Former president of Pakistan Ret: General Pervez Musharraf Monday clarified that he never said that security of Ms. Benazir Bhutto was dependent on her relations with him.
?I never told Ms. Benazir Bhutto that her security was dependent on her relations with me,? he clarified while talking to media here. I can never utter such cheap words, he added.
He responding to a book authored by ?David E Sanger? and said: ? I don?t know what the writer was trying to prove but what he has written is far from the fact and completely distorted?. ?May be he was trying to create sensation.? He in?strong tone said he the writer should have shown some character and its all Rubbish.
?The allegations being leveled against the armed forces and intelligence agencies of the country will lead to the defeat in war on terror,? he feared.
He came hard on the agreement reached between NWFP government and Tehreek Nafaz-e-Shariat-e-Mohammadi, saying it was totally unjustified in the backdrop of what the terrorists have been doing against the law enforcing agencies and unarmed civilians of the country.
The former president said attempts are being made to malign the armed forces.
Pakistani Media is slaming Ret: General Musharraf like as if he is a street boy, who just committed a crime. The same people who used to bow before him and used to say poems and write endless articles of praises are abusing him. TV channels like GEO are talking to so called experts journalists and trying to prove thing they DON’T even have any idea of.
General Musharraf too in his capacity as president of Pakistan did not show this kind of anger when Newsweek called Pakistan the most dangerous nationa in the world however when it came over to him he was quick to respond and was angry.
Who is David Sangar
David E. Sanger was born July 5, 1960 in White Plains, New York ?is White House correspondent for The New York Times. A 1982 graduate of Harvard College, Sanger has been writing for Times for over 24 years covering New York, Tokyo and most recently, Washington, DC. He has reported on such issues as foreign policy, globalization, nuclear proliferation, Asian affairs, and the revitalization of Boston’s Parker House Hotel.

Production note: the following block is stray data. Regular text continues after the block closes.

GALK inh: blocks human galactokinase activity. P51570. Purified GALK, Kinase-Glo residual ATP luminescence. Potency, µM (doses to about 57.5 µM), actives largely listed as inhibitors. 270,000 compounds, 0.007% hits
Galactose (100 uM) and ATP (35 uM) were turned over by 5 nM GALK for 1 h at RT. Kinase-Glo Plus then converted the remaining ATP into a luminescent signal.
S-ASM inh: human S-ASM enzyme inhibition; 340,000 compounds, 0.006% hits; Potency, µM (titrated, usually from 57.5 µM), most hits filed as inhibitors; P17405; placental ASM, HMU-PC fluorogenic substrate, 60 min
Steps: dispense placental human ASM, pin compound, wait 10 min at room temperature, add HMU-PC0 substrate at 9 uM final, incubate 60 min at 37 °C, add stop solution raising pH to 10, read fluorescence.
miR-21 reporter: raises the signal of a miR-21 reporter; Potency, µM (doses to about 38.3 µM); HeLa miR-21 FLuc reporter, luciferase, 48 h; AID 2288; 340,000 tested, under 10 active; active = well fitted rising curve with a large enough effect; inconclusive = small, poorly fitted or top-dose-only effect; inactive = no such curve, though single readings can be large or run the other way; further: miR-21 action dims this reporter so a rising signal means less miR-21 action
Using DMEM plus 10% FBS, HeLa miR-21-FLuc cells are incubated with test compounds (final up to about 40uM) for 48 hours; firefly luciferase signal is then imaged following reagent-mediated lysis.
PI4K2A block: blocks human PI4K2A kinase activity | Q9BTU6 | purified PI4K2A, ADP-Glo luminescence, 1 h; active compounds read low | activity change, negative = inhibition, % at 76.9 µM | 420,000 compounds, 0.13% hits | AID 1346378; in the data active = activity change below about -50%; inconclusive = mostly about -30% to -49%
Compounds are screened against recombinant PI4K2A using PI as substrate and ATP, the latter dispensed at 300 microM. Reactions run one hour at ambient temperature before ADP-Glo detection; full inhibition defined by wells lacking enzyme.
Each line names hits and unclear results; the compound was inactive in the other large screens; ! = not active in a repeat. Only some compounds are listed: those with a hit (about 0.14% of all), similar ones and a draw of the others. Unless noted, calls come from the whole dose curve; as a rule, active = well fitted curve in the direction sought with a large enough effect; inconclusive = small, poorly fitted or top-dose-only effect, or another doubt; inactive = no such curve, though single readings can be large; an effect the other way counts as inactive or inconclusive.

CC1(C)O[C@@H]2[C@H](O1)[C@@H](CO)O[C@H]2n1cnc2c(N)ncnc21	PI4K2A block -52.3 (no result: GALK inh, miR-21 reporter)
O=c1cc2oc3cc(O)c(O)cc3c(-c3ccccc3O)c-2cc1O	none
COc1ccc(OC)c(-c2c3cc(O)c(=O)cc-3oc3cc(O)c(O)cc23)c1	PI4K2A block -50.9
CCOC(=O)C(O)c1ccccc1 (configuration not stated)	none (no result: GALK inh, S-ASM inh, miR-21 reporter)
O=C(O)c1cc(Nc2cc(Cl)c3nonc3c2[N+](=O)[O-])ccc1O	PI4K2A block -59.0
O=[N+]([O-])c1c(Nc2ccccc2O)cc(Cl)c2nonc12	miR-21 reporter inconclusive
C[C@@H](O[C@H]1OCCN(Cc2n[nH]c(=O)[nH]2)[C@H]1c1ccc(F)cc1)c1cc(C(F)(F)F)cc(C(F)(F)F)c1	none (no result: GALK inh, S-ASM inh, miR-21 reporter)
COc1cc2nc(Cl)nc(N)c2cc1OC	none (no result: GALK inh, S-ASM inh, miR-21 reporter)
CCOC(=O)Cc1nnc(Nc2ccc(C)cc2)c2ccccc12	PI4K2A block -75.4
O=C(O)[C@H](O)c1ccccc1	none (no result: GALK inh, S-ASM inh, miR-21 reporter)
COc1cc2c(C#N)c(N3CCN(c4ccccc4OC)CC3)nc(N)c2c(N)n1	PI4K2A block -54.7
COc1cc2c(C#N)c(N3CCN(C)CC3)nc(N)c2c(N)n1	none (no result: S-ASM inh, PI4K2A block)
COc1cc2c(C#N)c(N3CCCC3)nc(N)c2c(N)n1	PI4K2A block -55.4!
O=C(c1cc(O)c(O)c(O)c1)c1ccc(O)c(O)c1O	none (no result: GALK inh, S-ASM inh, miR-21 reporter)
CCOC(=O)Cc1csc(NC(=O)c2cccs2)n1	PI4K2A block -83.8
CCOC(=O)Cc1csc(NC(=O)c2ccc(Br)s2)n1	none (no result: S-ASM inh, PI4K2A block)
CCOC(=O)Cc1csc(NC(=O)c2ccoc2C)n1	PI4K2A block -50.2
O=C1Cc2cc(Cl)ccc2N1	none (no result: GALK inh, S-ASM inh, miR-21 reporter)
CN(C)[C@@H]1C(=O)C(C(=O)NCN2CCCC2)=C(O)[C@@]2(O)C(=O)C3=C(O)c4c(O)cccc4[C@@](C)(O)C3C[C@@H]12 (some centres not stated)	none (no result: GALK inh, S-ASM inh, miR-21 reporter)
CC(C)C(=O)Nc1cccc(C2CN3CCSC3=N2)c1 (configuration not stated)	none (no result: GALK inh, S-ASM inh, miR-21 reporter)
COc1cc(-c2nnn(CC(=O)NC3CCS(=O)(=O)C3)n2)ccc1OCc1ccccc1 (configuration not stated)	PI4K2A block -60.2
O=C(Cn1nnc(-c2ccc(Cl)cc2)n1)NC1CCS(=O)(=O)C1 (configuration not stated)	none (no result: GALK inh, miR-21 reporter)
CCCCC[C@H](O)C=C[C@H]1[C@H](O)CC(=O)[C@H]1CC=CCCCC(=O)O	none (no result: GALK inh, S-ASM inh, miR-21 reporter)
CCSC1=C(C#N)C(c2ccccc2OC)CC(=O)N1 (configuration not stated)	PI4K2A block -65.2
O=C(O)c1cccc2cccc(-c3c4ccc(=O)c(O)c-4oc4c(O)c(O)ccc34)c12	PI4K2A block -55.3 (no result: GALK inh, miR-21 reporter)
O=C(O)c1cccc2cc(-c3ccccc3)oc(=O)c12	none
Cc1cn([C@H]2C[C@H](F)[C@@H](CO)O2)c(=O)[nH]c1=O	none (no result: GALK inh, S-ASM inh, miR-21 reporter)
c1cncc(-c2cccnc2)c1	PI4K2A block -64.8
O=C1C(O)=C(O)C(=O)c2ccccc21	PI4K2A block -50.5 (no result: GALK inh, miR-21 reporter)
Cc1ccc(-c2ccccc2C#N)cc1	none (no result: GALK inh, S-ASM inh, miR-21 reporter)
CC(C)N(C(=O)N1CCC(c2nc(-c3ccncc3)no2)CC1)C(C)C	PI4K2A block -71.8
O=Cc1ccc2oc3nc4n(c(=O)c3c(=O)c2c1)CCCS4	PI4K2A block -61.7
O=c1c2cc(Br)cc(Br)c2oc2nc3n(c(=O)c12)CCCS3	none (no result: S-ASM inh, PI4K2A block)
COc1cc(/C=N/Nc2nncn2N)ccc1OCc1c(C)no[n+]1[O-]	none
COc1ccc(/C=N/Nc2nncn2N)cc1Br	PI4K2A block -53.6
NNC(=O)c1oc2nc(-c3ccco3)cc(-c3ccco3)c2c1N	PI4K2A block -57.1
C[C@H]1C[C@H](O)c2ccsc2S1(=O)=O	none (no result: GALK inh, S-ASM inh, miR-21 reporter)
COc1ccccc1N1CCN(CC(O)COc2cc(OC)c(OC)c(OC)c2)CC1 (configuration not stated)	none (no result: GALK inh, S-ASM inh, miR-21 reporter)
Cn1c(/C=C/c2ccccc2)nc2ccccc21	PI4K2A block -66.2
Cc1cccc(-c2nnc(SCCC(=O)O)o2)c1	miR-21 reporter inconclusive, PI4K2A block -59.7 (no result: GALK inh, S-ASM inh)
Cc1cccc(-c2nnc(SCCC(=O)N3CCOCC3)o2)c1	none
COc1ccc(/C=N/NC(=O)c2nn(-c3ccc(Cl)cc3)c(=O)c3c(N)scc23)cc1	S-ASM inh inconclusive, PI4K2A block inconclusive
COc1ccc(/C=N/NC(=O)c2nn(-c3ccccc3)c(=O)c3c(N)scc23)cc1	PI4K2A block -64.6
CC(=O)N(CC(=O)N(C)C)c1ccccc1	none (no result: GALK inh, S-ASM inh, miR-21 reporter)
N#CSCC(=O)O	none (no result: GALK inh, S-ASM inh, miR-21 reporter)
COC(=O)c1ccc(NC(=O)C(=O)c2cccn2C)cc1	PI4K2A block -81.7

Before coming to the White House, Sanger was a correspondent and then chief of The New York Times bureau in Tokyo. There, he developed a specialization in writing on the influence of economics and foreign policy, and the relationships between the United States and its major allies, a subject he continues to pursue in Washington. Although he was never able to actually learn the Japanese language, Sanger immersed himself in the culture, history and politics of Japan. Sanger embraced the Japanese economic model while it continued to fail in many Southeast Asian countries.
He left Asia in 1994 to become the chief Washington economic correspondent, later being named senior writer and, in 1999, joined the ranks of Elisabeth Bumiller as White House correspondent. Former president George W. Bush, who commonly nicknames those with whom he has close contact, has nicknamed Sanger “that guy from Gerald M. Boyd’s (managing editor of The Times) paper.”